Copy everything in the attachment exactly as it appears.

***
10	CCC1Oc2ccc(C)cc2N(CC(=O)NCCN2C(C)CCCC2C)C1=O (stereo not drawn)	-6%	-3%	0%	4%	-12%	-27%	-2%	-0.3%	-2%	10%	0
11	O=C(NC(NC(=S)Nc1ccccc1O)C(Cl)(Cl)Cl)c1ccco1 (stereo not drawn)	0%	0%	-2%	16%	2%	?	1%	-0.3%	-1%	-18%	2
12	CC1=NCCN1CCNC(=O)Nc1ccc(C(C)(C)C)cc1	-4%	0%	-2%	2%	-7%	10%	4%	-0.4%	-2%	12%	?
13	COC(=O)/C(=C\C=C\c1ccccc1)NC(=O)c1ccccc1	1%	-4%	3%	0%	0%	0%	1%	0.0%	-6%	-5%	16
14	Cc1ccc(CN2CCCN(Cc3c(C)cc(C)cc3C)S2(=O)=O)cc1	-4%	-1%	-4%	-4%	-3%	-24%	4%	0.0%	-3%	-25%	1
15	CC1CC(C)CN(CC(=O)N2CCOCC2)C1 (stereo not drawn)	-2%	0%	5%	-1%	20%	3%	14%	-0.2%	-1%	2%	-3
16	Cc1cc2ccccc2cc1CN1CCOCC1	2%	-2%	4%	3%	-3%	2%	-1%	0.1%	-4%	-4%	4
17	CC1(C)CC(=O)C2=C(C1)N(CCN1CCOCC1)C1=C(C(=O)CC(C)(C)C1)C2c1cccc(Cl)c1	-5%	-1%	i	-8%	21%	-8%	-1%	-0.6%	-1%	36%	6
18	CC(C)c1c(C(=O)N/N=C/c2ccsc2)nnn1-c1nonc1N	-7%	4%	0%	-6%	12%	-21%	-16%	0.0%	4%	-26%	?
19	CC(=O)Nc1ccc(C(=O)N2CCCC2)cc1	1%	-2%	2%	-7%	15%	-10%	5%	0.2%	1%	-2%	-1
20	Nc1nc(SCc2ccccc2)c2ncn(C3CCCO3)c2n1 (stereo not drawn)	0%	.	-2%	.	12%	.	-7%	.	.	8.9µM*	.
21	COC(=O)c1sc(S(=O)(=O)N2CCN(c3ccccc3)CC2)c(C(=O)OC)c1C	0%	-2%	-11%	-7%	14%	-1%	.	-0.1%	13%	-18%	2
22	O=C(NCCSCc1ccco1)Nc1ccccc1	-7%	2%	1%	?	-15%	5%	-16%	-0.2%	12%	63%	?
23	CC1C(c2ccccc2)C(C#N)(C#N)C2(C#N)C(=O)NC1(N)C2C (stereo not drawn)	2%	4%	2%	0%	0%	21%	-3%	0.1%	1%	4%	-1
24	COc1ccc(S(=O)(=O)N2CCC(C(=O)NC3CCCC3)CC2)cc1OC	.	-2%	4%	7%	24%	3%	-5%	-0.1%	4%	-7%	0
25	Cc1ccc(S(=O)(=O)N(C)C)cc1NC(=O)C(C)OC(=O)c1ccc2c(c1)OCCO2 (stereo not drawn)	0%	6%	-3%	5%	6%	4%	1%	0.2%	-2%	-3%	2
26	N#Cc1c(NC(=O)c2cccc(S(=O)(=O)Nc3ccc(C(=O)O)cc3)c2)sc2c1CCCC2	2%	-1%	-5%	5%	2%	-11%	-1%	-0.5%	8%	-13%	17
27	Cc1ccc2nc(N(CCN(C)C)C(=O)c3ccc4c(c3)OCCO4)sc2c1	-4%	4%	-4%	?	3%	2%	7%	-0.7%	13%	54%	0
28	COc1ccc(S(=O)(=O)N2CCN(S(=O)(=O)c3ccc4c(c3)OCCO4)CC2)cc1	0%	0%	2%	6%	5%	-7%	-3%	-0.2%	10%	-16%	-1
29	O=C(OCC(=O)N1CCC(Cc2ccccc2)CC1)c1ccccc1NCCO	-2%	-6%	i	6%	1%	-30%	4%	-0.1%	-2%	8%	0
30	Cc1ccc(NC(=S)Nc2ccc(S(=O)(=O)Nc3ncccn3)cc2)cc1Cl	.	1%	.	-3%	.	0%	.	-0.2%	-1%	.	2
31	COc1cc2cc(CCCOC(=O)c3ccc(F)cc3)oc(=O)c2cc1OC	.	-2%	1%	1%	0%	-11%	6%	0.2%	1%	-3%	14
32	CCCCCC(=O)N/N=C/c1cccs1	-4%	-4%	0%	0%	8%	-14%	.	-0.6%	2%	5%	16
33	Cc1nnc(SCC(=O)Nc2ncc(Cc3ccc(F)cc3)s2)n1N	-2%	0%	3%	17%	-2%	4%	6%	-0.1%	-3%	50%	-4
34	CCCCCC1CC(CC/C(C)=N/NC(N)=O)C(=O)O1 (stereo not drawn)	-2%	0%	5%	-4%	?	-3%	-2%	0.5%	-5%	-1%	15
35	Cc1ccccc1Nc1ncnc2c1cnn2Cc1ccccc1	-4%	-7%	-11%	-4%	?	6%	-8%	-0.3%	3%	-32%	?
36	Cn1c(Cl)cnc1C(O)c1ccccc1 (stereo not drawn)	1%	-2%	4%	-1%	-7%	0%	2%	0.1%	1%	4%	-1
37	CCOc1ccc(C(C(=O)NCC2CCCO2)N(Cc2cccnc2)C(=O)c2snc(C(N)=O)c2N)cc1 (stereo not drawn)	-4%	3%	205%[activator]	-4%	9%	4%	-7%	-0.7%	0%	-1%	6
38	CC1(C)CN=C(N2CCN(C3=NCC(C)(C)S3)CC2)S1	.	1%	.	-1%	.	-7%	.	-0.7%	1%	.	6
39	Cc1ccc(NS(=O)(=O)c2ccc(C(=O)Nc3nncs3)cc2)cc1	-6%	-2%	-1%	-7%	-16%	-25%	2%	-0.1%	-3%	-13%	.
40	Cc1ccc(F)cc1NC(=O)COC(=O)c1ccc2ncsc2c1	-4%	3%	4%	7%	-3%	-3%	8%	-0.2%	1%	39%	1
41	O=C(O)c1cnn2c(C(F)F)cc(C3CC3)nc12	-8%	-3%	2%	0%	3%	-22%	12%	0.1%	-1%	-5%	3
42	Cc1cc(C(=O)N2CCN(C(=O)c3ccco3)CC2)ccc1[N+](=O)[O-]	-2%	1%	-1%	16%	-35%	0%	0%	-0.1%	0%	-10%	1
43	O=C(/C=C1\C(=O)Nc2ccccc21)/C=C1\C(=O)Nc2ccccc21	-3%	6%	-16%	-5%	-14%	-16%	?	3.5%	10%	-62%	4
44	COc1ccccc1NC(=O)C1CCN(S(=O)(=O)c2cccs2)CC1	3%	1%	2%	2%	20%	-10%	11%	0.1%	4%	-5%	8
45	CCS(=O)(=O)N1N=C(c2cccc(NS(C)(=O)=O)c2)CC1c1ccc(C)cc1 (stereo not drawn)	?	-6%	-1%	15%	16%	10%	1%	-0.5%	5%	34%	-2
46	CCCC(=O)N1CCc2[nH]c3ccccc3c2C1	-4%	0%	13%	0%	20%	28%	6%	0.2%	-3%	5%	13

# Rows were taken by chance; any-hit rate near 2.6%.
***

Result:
10	CCC1Oc2ccc(C)cc2N(CC(=O)NCCN2C(C)CCCC2C)C1=O (stereo not drawn)	-6%	-3%	0%	4%	-12%	-27%	-2%	-0.3%	-2%	10%	0
11	O=C(NC(NC(=S)Nc1ccccc1O)C(Cl)(Cl)Cl)c1ccco1 (stereo not drawn)	0%	0%	-2%	16%	2%	?	1%	-0.3%	-1%	-18%	2
12	CC1=NCCN1CCNC(=O)Nc1ccc(C(C)(C)C)cc1	-4%	0%	-2%	2%	-7%	10%	4%	-0.4%	-2%	12%	?
13	COC(=O)/C(=C\C=C\c1ccccc1)NC(=O)c1ccccc1	1%	-4%	3%	0%	0%	0%	1%	0.0%	-6%	-5%	16
14	Cc1ccc(CN2CCCN(Cc3c(C)cc(C)cc3C)S2(=O)=O)cc1	-4%	-1%	-4%	-4%	-3%	-24%	4%	0.0%	-3%	-25%	1
15	CC1CC(C)CN(CC(=O)N2CCOCC2)C1 (stereo not drawn)	-2%	0%	5%	-1%	20%	3%	14%	-0.2%	-1%	2%	-3
16	Cc1cc2ccccc2cc1CN1CCOCC1	2%	-2%	4%	3%	-3%	2%	-1%	0.1%	-4%	-4%	4
17	CC1(C)CC(=O)C2=C(C1)N(CCN1CCOCC1)C1=C(C(=O)CC(C)(C)C1)C2c1cccc(Cl)c1	-5%	-1%	i	-8%	21%	-8%	-1%	-0.6%	-1%	36%	6
18	CC(C)c1c(C(=O)N/N=C/c2ccsc2)nnn1-c1nonc1N	-7%	4%	0%	-6%	12%	-21%	-16%	0.0%	4%	-26%	?
19	CC(=O)Nc1ccc(C(=O)N2CCCC2)cc1	1%	-2%	2%	-7%	15%	-10%	5%	0.2%	1%	-2%	-1
20	Nc1nc(SCc2ccccc2)c2ncn(C3CCCO3)c2n1 (stereo not drawn)	0%	.	-2%	.	12%	.	-7%	.	.	8.9µM*	.
21	COC(=O)c1sc(S(=O)(=O)N2CCN(c3ccccc3)CC2)c(C(=O)OC)c1C	0%	-2%	-11%	-7%	14%	-1%	.	-0.1%	13%	-18%	2
22	O=C(NCCSCc1ccco1)Nc1ccccc1	-7%	2%	1%	?	-15%	5%	-16%	-0.2%	12%	63%	?
23	CC1C(c2ccccc2)C(C#N)(C#N)C2(C#N)C(=O)NC1(N)C2C (stereo not drawn)	2%	4%	2%	0%	0%	21%	-3%	0.1%	1%	4%	-1
24	COc1ccc(S(=O)(=O)N2CCC(C(=O)NC3CCCC3)CC2)cc1OC	.	-2%	4%	7%	24%	3%	-5%	-0.1%	4%	-7%	0
25	Cc1ccc(S(=O)(=O)N(C)C)cc1NC(=O)C(C)OC(=O)c1ccc2c(c1)OCCO2 (stereo not drawn)	0%	6%	-3%	5%	6%	4%	1%	0.2%	-2%	-3%	2
26	N#Cc1c(NC(=O)c2cccc(S(=O)(=O)Nc3ccc(C(=O)O)cc3)c2)sc2c1CCCC2	2%	-1%	-5%	5%	2%	-11%	-1%	-0.5%	8%	-13%	17
27	Cc1ccc2nc(N(CCN(C)C)C(=O)c3ccc4c(c3)OCCO4)sc2c1	-4%	4%	-4%	?	3%	2%	7%	-0.7%	13%	54%	0
28	COc1ccc(S(=O)(=O)N2CCN(S(=O)(=O)c3ccc4c(c3)OCCO4)CC2)cc1	0%	0%	2%	6%	5%	-7%	-3%	-0.2%	10%	-16%	-1
29	O=C(OCC(=O)N1CCC(Cc2ccccc2)CC1)c1ccccc1NCCO	-2%	-6%	i	6%	1%	-30%	4%	-0.1%	-2%	8%	0
30	Cc1ccc(NC(=S)Nc2ccc(S(=O)(=O)Nc3ncccn3)cc2)cc1Cl	.	1%	.	-3%	.	0%	.	-0.2%	-1%	.	2
31	COc1cc2cc(CCCOC(=O)c3ccc(F)cc3)oc(=O)c2cc1OC	.	-2%	1%	1%	0%	-11%	6%	0.2%	1%	-3%	14
32	CCCCCC(=O)N/N=C/c1cccs1	-4%	-4%	0%	0%	8%	-14%	.	-0.6%	2%	5%	16
33	Cc1nnc(SCC(=O)Nc2ncc(Cc3ccc(F)cc3)s2)n1N	-2%	0%	3%	17%	-2%	4%	6%	-0.1%	-3%	50%	-4
34	CCCCCC1CC(CC/C(C)=N/NC(N)=O)C(=O)O1 (stereo not drawn)	-2%	0%	5%	-4%	?	-3%	-2%	0.5%	-5%	-1%	15
35	Cc1ccccc1Nc1ncnc2c1cnn2Cc1ccccc1	-4%	-7%	-11%	-4%	?	6%	-8%	-0.3%	3%	-32%	?
36	Cn1c(Cl)cnc1C(O)c1ccccc1 (stereo not drawn)	1%	-2%	4%	-1%	-7%	0%	2%	0.1%	1%	4%	-1
37	CCOc1ccc(C(C(=O)NCC2CCCO2)N(Cc2cccnc2)C(=O)c2snc(C(N)=O)c2N)cc1 (stereo not drawn)	-4%	3%	205%[activator]	-4%	9%	4%	-7%	-0.7%	0%	-1%	6
38	CC1(C)CN=C(N2CCN(C3=NCC(C)(C)S3)CC2)S1	.	1%	.	-1%	.	-7%	.	-0.7%	1%	.	6
39	Cc1ccc(NS(=O)(=O)c2ccc(C(=O)Nc3nncs3)cc2)cc1	-6%	-2%	-1%	-7%	-16%	-25%	2%	-0.1%	-3%	-13%	.
40	Cc1ccc(F)cc1NC(=O)COC(=O)c1ccc2ncsc2c1	-4%	3%	4%	7%	-3%	-3%	8%	-0.2%	1%	39%	1
41	O=C(O)c1cnn2c(C(F)F)cc(C3CC3)nc12	-8%	-3%	2%	0%	3%	-22%	12%	0.1%	-1%	-5%	3
42	Cc1cc(C(=O)N2CCN(C(=O)c3ccco3)CC2)ccc1[N+](=O)[O-]	-2%	1%	-1%	16%	-35%	0%	0%	-0.1%	0%	-10%	1
43	O=C(/C=C1\C(=O)Nc2ccccc21)/C=C1\C(=O)Nc2ccccc21	-3%	6%	-16%	-5%	-14%	-16%	?	3.5%	10%	-62%	4
44	COc1ccccc1NC(=O)C1CCN(S(=O)(=O)c2cccs2)CC1	3%	1%	2%	2%	20%	-10%	11%	0.1%	4%	-5%	8
45	CCS(=O)(=O)N1N=C(c2cccc(NS(C)(=O)=O)c2)CC1c1ccc(C)cc1 (stereo not drawn)	?	-6%	-1%	15%	16%	10%	1%	-0.5%	5%	34%	-2
46	CCCC(=O)N1CCc2[nH]c3ccccc3c2C1	-4%	0%	13%	0%	20%	28%	6%	0.2%	-3%	5%	13

# Rows were taken by chance; any-hit rate near 2.6%.